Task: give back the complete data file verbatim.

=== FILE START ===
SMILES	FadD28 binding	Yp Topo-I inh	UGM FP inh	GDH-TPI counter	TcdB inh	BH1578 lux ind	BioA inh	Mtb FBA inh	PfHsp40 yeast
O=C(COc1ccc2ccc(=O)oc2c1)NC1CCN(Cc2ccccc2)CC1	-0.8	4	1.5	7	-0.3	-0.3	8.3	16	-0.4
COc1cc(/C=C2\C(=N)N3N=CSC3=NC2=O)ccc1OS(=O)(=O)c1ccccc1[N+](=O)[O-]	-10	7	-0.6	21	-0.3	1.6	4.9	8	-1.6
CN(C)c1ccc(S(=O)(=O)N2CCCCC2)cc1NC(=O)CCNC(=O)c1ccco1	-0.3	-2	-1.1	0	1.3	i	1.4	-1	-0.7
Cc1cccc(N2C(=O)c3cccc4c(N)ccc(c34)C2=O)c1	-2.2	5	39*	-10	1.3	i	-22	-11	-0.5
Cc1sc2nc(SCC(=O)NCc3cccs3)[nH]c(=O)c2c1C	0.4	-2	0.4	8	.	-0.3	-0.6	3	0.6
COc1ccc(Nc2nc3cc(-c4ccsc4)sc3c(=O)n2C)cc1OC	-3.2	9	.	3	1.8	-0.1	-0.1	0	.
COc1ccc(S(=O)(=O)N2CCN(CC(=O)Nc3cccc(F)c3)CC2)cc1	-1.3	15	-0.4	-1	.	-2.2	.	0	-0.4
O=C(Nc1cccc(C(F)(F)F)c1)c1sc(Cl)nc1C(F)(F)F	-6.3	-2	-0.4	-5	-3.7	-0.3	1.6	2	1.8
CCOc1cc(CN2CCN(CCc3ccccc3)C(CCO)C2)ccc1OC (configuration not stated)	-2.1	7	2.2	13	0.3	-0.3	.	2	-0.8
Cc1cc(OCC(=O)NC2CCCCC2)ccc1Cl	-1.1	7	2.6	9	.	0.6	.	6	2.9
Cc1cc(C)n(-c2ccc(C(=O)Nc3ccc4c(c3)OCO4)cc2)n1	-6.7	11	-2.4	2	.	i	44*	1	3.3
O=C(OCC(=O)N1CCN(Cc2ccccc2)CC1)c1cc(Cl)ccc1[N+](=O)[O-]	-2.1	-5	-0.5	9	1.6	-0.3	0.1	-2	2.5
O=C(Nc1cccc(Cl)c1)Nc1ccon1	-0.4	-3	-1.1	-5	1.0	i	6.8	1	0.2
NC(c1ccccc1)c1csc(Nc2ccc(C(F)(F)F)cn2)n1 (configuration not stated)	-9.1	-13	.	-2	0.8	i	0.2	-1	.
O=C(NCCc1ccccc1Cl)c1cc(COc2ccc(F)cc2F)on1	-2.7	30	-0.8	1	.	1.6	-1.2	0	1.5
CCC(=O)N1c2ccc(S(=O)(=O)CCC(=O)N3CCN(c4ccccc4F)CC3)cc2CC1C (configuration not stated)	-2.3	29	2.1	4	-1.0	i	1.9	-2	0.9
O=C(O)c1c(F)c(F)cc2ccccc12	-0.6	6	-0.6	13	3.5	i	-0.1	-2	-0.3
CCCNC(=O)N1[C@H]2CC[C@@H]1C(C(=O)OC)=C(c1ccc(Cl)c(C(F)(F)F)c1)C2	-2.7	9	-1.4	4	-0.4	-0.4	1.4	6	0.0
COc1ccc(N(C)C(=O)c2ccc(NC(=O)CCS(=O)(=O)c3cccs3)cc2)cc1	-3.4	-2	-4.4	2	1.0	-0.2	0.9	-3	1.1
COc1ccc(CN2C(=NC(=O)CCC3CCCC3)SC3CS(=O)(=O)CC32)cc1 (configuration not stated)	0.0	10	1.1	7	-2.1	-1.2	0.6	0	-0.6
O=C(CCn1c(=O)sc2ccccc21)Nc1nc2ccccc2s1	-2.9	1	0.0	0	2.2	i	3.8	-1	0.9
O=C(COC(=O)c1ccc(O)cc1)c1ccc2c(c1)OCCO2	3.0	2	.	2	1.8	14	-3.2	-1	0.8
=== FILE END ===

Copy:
SMILES	FadD28 binding	Yp Topo-I inh	UGM FP inh	GDH-TPI counter	TcdB inh	BH1578 lux ind	BioA inh	Mtb FBA inh	PfHsp40 yeast
O=C(COc1ccc2ccc(=O)oc2c1)NC1CCN(Cc2ccccc2)CC1	-0.8	4	1.5	7	-0.3	-0.3	8.3	16	-0.4
COc1cc(/C=C2\C(=N)N3N=CSC3=NC2=O)ccc1OS(=O)(=O)c1ccccc1[N+](=O)[O-]	-10	7	-0.6	21	-0.3	1.6	4.9	8	-1.6
CN(C)c1ccc(S(=O)(=O)N2CCCCC2)cc1NC(=O)CCNC(=O)c1ccco1	-0.3	-2	-1.1	0	1.3	i	1.4	-1	-0.7
Cc1cccc(N2C(=O)c3cccc4c(N)ccc(c34)C2=O)c1	-2.2	5	39*	-10	1.3	i	-22	-11	-0.5
Cc1sc2nc(SCC(=O)NCc3cccs3)[nH]c(=O)c2c1C	0.4	-2	0.4	8	.	-0.3	-0.6	3	0.6
COc1ccc(Nc2nc3cc(-c4ccsc4)sc3c(=O)n2C)cc1OC	-3.2	9	.	3	1.8	-0.1	-0.1	0	.
COc1ccc(S(=O)(=O)N2CCN(CC(=O)Nc3cccc(F)c3)CC2)cc1	-1.3	15	-0.4	-1	.	-2.2	.	0	-0.4
O=C(Nc1cccc(C(F)(F)F)c1)c1sc(Cl)nc1C(F)(F)F	-6.3	-2	-0.4	-5	-3.7	-0.3	1.6	2	1.8
CCOc1cc(CN2CCN(CCc3ccccc3)C(CCO)C2)ccc1OC (configuration not stated)	-2.1	7	2.2	13	0.3	-0.3	.	2	-0.8
Cc1cc(OCC(=O)NC2CCCCC2)ccc1Cl	-1.1	7	2.6	9	.	0.6	.	6	2.9
Cc1cc(C)n(-c2ccc(C(=O)Nc3ccc4c(c3)OCO4)cc2)n1	-6.7	11	-2.4	2	.	i	44*	1	3.3
O=C(OCC(=O)N1CCN(Cc2ccccc2)CC1)c1cc(Cl)ccc1[N+](=O)[O-]	-2.1	-5	-0.5	9	1.6	-0.3	0.1	-2	2.5
O=C(Nc1cccc(Cl)c1)Nc1ccon1	-0.4	-3	-1.1	-5	1.0	i	6.8	1	0.2
NC(c1ccccc1)c1csc(Nc2ccc(C(F)(F)F)cn2)n1 (configuration not stated)	-9.1	-13	.	-2	0.8	i	0.2	-1	.
O=C(NCCc1ccccc1Cl)c1cc(COc2ccc(F)cc2F)on1	-2.7	30	-0.8	1	.	1.6	-1.2	0	1.5
CCC(=O)N1c2ccc(S(=O)(=O)CCC(=O)N3CCN(c4ccccc4F)CC3)cc2CC1C (configuration not stated)	-2.3	29	2.1	4	-1.0	i	1.9	-2	0.9
O=C(O)c1c(F)c(F)cc2ccccc12	-0.6	6	-0.6	13	3.5	i	-0.1	-2	-0.3
CCCNC(=O)N1[C@H]2CC[C@@H]1C(C(=O)OC)=C(c1ccc(Cl)c(C(F)(F)F)c1)C2	-2.7	9	-1.4	4	-0.4	-0.4	1.4	6	0.0
COc1ccc(N(C)C(=O)c2ccc(NC(=O)CCS(=O)(=O)c3cccs3)cc2)cc1	-3.4	-2	-4.4	2	1.0	-0.2	0.9	-3	1.1
COc1ccc(CN2C(=NC(=O)CCC3CCCC3)SC3CS(=O)(=O)CC32)cc1 (configuration not stated)	0.0	10	1.1	7	-2.1	-1.2	0.6	0	-0.6
O=C(CCn1c(=O)sc2ccccc21)Nc1nc2ccccc2s1	-2.9	1	0.0	0	2.2	i	3.8	-1	0.9
O=C(COC(=O)c1ccc(O)cc1)c1ccc2c(c1)OCCO2	3.0	2	.	2	1.8	14	-3.2	-1	0.8